Most likely:

* Neil Gaiman: Fragile Things

* Terry Pratchett: Guards! Guards!

 

Alternatives:

* Arthur Conan Doyle: The Lost World
* Michael Ende: Die unendliche Geschichte (The Neverending Story)
* Stephen Fry: Heroes
* Anne McCaffrey: Dragonflight
* Victor Hugo: The Hunchback of Notre Dame
* Terry Pratchett: Pyramids, Guards! Guards!
* Philip Pullman: His Dark Materials
* Bram Stoker: Dracula
* J.R.R. Tolkien: The Children of Húrin, Tales from the Perilous Realm

 

 

DIVERSE VOICES

Most likely:

* Toni Morrison: Beloved

 

Alternatives:

* Nina Blazon: Siebengeschichten
* Zen Cho: Sorcerer to the Crown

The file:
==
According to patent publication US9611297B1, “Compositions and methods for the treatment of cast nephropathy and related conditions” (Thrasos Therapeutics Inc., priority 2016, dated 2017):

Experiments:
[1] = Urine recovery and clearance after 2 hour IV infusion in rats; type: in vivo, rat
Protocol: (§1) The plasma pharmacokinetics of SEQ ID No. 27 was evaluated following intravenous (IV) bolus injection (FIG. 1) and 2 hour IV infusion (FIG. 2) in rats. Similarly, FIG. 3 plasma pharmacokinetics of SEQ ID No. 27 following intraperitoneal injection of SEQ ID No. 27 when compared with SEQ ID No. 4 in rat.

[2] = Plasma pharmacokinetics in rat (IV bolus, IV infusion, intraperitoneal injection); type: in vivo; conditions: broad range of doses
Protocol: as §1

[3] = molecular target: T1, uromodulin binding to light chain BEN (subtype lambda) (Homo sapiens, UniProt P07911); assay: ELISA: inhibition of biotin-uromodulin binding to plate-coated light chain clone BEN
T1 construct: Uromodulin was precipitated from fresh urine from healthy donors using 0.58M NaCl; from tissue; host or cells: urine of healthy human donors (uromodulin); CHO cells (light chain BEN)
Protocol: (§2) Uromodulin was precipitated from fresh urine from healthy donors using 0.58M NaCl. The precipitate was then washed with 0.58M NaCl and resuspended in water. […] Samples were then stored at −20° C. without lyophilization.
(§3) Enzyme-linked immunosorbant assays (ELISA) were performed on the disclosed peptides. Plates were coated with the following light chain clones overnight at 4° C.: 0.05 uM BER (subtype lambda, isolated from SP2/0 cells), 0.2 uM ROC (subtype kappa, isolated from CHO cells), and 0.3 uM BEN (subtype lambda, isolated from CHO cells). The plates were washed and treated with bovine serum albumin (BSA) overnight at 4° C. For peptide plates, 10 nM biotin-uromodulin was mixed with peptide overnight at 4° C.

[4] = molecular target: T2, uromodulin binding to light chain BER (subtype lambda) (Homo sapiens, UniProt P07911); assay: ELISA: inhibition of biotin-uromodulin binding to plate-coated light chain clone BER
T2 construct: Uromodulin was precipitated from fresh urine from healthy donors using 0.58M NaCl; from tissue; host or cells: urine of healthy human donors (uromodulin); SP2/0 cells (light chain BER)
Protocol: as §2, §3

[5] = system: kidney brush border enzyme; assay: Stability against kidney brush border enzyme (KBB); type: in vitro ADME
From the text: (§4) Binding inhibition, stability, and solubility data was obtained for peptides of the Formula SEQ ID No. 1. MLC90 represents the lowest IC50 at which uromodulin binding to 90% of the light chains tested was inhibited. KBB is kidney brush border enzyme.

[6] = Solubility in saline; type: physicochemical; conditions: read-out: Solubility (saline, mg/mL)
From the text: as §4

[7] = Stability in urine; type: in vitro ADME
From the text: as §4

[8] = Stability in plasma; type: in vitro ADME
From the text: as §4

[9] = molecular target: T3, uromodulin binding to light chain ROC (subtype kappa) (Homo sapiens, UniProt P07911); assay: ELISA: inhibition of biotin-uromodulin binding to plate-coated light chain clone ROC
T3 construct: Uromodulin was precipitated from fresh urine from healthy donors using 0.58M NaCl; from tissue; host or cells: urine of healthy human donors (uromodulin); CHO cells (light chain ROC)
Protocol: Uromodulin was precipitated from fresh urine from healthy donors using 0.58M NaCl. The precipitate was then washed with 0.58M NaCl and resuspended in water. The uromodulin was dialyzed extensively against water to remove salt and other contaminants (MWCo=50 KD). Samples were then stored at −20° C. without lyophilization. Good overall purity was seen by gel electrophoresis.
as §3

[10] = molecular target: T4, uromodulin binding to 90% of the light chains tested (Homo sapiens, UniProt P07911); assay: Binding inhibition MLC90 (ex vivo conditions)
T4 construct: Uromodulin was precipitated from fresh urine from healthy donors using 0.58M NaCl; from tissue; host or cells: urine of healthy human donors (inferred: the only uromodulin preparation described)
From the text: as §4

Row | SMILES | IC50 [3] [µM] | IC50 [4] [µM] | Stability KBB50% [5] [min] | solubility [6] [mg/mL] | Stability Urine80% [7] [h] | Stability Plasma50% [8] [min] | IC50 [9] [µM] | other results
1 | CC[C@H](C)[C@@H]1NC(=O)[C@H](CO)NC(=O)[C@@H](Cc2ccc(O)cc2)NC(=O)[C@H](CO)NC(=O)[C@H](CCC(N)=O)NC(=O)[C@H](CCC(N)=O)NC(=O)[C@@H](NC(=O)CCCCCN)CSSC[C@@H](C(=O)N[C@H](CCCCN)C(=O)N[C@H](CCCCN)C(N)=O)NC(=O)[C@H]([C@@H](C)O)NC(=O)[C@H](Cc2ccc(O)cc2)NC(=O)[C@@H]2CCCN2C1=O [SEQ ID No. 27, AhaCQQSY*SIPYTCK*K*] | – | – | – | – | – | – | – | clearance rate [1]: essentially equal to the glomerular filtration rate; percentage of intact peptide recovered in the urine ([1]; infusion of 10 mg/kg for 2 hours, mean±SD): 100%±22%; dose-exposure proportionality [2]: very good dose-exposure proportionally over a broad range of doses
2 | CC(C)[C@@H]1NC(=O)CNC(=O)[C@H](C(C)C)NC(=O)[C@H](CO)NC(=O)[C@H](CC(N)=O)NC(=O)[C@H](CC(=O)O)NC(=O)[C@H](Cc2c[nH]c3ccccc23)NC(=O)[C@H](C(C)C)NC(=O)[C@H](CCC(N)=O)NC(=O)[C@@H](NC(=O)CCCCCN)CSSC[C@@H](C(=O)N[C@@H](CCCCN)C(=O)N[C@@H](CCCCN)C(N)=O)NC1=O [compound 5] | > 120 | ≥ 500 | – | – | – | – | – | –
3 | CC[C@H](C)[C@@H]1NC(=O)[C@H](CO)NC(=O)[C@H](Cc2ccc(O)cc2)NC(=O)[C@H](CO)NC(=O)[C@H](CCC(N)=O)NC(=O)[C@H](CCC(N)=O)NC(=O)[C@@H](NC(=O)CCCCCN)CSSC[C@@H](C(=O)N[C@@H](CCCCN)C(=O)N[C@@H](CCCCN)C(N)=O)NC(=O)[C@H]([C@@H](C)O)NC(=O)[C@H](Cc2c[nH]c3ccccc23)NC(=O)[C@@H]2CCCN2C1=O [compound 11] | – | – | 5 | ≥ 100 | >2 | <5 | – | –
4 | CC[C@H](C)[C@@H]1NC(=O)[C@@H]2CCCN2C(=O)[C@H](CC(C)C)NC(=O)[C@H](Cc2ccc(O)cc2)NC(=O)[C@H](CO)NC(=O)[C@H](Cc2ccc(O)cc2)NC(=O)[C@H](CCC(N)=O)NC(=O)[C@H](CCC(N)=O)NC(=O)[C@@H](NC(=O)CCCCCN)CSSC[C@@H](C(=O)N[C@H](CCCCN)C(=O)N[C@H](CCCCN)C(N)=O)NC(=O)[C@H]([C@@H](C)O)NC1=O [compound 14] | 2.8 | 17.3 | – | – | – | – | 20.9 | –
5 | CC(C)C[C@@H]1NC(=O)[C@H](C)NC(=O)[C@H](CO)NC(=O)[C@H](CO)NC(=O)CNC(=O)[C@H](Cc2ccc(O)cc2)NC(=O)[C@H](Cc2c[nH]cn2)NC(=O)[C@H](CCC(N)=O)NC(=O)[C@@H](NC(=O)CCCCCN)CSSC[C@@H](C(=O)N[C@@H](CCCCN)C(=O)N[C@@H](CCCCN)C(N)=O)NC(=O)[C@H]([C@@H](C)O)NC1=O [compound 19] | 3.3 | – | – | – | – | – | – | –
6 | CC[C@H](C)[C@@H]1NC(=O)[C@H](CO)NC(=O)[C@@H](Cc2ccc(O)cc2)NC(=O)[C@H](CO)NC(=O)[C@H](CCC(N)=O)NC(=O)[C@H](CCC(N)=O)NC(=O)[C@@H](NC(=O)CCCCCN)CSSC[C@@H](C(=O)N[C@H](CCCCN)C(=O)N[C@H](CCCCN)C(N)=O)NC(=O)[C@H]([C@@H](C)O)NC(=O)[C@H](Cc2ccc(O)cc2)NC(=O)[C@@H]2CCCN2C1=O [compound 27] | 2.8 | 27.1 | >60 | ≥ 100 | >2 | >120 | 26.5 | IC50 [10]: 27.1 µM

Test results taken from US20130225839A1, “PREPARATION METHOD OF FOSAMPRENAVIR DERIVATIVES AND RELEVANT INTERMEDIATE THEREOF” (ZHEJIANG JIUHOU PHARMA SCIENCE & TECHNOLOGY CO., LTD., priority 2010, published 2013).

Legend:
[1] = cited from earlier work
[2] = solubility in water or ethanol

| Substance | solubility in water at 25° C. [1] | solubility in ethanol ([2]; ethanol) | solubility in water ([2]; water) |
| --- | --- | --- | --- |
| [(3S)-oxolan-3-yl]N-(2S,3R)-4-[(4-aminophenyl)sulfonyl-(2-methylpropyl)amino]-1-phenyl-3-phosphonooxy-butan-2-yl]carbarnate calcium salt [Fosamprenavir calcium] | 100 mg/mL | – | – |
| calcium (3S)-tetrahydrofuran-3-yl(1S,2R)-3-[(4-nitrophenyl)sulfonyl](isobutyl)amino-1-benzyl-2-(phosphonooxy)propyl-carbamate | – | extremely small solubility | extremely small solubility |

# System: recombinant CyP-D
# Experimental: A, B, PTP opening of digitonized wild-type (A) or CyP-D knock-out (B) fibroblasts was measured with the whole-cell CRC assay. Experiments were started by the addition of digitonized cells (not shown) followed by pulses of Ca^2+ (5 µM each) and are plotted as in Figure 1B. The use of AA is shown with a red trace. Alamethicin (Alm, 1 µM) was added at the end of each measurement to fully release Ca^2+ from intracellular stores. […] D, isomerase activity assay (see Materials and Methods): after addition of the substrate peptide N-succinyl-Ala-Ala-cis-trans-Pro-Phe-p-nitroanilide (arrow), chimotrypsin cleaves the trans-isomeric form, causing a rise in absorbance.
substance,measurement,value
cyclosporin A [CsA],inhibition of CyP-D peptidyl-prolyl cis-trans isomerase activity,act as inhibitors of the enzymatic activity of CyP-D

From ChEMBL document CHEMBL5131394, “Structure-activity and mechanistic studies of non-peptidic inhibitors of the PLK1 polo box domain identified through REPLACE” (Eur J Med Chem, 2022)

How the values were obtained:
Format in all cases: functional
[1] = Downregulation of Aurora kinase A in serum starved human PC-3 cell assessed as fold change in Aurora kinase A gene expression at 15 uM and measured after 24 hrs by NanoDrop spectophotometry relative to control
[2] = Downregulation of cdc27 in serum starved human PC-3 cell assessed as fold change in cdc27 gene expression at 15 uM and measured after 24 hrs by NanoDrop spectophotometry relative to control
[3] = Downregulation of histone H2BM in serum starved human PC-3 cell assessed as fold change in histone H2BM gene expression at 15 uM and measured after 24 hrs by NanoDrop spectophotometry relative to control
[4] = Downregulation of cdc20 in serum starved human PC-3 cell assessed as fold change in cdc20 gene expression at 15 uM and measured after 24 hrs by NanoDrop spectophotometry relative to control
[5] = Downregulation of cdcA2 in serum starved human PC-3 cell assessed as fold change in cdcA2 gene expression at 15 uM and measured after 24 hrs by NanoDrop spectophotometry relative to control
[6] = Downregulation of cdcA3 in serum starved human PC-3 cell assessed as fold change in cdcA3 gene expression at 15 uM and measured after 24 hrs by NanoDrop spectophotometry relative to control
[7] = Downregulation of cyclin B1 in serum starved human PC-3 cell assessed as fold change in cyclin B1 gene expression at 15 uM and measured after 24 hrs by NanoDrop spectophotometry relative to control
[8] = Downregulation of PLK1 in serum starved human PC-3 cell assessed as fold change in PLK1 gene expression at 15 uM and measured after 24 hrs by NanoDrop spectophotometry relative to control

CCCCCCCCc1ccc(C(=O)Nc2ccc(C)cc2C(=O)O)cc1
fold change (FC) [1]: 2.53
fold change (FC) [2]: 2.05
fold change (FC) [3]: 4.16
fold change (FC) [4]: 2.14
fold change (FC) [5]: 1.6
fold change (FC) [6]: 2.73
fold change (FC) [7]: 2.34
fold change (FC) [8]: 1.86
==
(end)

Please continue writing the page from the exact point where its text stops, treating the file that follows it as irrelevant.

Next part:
* Sara Collins: The Confessions of Frannie Langton
* Edwidge Danticat: Krik? Krak!
* Alexandre Dumas: The Three Musketeers
* Marlon James: A Brief History of Seven Killings
* Silvia Moreno-Garcia: Gods of Jade and Shadow

 

 

BLACK CAT

Most likely:

* Jim Butcher: The Aeronaut's Windlass
* Barbara Michaels: Witch

 

Alternatives:

* Sofie Ryan: The Whole Cat and Caboodle
* Various Authors: Magicats
* Various Authors: Feline Felonies

 

 

CREEPY CRAWLIES

Most likely:

* Silvia Moreno-Garcia: Gods of Jade and Shadow

 

Alternatives:

* Arthur Conan Doyle: The Lion's Mane
* Stephen Fry: Heroes
* Victor Hugo: The Hunchback of Notre Dame
* Rudyard Kipling: The Jungle Book
* Alexander McCall Smith: The Girl Who Married a Lion
* Terry Pratchett: Pyramids
* Philip Pullman: His Dark Materials
* Bram Stoker: Dracula

 

 

COUNTRY HOUSE MYSTERY

Most likely:

* Anna Katherine Green: The Leavenworth Case

* Anthony Rolls: Scarweather

 

Alternatives:

* Margery Allingham: The White Cottage Mystery